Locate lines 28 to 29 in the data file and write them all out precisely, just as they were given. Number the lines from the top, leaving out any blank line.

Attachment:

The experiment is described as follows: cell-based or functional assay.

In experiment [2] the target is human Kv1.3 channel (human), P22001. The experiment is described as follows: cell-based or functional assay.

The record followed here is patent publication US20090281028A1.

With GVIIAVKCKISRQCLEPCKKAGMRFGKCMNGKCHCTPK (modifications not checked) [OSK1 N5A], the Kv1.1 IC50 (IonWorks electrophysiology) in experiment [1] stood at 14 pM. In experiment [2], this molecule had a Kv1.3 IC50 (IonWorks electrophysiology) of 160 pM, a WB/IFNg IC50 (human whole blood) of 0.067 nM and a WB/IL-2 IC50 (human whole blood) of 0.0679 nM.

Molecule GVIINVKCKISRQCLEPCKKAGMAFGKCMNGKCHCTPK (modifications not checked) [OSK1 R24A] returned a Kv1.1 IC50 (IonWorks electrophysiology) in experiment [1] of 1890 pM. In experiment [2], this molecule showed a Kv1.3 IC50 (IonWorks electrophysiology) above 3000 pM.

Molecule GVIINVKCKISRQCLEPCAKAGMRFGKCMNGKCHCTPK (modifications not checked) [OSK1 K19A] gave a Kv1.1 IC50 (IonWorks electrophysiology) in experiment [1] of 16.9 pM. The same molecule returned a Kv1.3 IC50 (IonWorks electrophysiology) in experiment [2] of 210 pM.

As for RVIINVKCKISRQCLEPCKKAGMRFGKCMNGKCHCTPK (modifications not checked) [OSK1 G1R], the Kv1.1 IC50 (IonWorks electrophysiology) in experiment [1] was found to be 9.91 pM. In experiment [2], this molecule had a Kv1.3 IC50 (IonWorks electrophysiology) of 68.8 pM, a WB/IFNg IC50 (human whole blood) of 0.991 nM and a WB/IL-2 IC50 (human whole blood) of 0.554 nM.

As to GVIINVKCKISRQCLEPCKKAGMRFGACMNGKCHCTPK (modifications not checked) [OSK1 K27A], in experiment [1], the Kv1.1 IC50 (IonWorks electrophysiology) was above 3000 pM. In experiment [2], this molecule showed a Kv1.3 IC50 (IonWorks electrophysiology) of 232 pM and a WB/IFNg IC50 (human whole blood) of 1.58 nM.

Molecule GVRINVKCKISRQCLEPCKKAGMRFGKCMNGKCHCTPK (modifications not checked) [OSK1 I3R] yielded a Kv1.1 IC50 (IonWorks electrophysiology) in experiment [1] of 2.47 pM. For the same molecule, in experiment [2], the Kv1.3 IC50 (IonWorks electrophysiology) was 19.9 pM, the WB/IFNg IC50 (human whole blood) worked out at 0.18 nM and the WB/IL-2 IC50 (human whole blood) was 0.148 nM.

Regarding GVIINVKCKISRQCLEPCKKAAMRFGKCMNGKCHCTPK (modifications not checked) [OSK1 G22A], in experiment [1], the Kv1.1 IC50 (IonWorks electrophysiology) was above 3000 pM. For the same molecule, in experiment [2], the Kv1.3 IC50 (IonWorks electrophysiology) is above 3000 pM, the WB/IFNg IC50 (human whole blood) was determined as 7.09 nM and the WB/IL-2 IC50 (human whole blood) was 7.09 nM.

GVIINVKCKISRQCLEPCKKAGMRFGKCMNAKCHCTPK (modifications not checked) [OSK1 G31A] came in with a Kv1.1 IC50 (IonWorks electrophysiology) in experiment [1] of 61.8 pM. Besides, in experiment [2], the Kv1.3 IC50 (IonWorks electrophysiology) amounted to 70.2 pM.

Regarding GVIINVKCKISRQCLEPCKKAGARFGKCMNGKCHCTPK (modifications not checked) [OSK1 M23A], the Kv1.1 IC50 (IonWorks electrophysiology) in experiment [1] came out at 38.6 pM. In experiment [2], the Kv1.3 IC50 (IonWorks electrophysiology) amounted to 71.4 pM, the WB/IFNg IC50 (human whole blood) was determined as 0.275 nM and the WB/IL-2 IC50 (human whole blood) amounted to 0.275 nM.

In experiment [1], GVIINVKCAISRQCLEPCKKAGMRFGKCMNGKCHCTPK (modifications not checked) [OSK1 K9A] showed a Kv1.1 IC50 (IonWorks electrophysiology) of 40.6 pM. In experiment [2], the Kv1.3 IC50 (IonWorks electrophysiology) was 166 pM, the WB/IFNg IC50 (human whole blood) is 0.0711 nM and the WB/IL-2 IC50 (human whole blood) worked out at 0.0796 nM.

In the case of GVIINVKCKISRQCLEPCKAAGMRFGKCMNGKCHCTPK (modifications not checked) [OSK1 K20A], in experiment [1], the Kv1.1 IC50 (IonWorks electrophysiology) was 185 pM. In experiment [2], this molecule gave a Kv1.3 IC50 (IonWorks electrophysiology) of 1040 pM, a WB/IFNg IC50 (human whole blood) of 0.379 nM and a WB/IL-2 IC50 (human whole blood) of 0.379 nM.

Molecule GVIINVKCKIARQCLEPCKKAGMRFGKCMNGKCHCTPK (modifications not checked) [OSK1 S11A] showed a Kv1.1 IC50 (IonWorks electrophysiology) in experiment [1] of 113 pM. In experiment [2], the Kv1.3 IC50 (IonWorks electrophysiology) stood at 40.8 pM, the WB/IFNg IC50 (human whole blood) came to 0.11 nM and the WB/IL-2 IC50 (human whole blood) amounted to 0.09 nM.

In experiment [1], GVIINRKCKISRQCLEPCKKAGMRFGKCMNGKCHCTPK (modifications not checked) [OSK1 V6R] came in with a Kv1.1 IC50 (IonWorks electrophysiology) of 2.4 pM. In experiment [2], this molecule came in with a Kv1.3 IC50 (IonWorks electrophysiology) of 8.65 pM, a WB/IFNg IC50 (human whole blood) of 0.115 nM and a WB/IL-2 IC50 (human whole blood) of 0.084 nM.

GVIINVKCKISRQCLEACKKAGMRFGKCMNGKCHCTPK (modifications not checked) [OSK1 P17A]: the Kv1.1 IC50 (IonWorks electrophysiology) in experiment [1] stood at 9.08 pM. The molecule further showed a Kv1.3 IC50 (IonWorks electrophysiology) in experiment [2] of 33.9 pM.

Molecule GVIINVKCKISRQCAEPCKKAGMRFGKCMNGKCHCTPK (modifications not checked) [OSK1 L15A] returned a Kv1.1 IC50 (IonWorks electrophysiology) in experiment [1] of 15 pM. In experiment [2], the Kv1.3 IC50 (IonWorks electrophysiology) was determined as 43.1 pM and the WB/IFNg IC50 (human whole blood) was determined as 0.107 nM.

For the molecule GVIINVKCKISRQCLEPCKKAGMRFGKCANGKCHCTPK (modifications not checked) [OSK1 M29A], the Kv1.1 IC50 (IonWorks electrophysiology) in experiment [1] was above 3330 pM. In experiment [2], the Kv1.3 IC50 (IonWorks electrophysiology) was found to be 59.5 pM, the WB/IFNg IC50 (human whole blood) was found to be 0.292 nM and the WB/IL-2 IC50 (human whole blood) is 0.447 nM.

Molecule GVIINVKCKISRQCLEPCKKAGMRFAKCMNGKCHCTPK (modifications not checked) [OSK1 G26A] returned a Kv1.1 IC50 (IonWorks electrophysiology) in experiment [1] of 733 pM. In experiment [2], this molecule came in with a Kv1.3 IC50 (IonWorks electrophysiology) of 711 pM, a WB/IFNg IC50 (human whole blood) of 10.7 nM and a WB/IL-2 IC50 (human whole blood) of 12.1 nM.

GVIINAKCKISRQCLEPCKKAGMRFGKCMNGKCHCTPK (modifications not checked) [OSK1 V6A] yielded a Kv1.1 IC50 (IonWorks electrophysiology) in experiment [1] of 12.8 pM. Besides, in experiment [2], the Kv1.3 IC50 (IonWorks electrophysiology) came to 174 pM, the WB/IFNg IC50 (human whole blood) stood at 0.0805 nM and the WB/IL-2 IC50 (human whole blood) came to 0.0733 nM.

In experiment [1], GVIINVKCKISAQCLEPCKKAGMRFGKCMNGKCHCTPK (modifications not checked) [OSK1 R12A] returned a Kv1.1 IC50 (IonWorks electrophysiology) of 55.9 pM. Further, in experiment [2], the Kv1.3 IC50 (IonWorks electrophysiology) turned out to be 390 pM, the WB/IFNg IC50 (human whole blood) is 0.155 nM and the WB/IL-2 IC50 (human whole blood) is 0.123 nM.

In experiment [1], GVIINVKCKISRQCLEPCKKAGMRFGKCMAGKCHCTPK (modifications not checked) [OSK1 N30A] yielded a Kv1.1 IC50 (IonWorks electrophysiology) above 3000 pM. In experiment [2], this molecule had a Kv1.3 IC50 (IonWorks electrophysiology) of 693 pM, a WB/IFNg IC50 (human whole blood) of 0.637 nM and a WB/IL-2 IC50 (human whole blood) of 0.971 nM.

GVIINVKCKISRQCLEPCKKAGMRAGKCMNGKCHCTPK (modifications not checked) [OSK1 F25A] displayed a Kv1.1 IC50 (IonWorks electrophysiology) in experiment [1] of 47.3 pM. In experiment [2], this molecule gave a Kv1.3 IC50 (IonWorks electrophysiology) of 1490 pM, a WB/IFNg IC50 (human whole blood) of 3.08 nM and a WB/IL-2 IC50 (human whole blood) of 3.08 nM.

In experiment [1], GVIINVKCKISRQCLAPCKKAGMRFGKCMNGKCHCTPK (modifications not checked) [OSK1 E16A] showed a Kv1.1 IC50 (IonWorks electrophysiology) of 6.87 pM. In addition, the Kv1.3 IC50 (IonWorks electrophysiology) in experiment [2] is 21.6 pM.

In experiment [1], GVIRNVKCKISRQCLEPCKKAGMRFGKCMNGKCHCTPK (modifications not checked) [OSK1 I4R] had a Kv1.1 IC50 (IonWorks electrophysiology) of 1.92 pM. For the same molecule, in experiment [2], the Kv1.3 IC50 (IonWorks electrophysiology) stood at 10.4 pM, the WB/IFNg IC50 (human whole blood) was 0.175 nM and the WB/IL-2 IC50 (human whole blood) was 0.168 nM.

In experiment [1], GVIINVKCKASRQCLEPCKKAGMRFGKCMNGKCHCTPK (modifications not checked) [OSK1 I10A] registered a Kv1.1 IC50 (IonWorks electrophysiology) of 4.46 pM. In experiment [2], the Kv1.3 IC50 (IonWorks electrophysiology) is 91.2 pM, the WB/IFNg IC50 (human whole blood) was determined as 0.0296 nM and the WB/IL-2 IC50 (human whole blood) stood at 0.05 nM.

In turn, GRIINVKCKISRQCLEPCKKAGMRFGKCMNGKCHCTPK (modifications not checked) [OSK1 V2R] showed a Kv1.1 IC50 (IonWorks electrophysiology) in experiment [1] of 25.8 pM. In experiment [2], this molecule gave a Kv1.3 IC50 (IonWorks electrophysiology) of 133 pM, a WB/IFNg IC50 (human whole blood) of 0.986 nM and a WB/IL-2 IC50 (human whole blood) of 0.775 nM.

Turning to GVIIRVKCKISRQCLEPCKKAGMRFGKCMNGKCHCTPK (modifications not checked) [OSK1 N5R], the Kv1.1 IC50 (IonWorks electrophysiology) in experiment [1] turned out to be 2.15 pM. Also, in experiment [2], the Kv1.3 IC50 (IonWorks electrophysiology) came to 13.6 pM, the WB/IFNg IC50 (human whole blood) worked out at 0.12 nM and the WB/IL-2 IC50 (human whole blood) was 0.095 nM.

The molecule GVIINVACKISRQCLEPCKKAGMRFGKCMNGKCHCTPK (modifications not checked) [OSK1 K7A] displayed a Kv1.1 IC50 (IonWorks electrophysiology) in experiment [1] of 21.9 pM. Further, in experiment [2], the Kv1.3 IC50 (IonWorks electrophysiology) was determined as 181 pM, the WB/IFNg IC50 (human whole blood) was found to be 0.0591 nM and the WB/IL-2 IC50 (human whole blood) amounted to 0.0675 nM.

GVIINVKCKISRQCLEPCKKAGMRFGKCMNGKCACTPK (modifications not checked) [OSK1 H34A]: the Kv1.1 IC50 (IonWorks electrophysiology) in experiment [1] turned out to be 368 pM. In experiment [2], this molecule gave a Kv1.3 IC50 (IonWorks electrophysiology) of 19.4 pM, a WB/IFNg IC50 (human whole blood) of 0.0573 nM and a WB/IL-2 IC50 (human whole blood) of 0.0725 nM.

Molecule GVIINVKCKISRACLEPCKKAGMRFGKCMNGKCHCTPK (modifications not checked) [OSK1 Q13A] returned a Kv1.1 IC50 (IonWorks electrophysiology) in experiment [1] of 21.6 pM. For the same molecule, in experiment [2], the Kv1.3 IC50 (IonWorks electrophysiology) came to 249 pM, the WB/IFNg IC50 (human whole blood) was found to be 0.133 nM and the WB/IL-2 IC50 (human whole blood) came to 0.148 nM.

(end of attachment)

In turn, GRIINVKCKISRQCLEPCKKAGMRFGKCMNGKCHCTPK (modifications not checked) [OSK1 V2R] showed a Kv1.1 IC50 (IonWorks electrophysiology) in experiment [1] of 25.8 pM. In experiment [2], this molecule gave a Kv1.3 IC50 (IonWorks electrophysiology) of 133 pM, a WB/IFNg IC50 (human whole blood) of 0.986 nM and a WB/IL-2 IC50 (human whole blood) of 0.775 nM.

Turning to GVIIRVKCKISRQCLEPCKKAGMRFGKCMNGKCHCTPK (modifications not checked) [OSK1 N5R], the Kv1.1 IC50 (IonWorks electrophysiology) in experiment [1] turned out to be 2.15 pM. Also, in experiment [2], the Kv1.3 IC50 (IonWorks electrophysiology) came to 13.6 pM, the WB/IFNg IC50 (human whole blood) worked out at 0.12 nM and the WB/IL-2 IC50 (human whole blood) was 0.095 nM.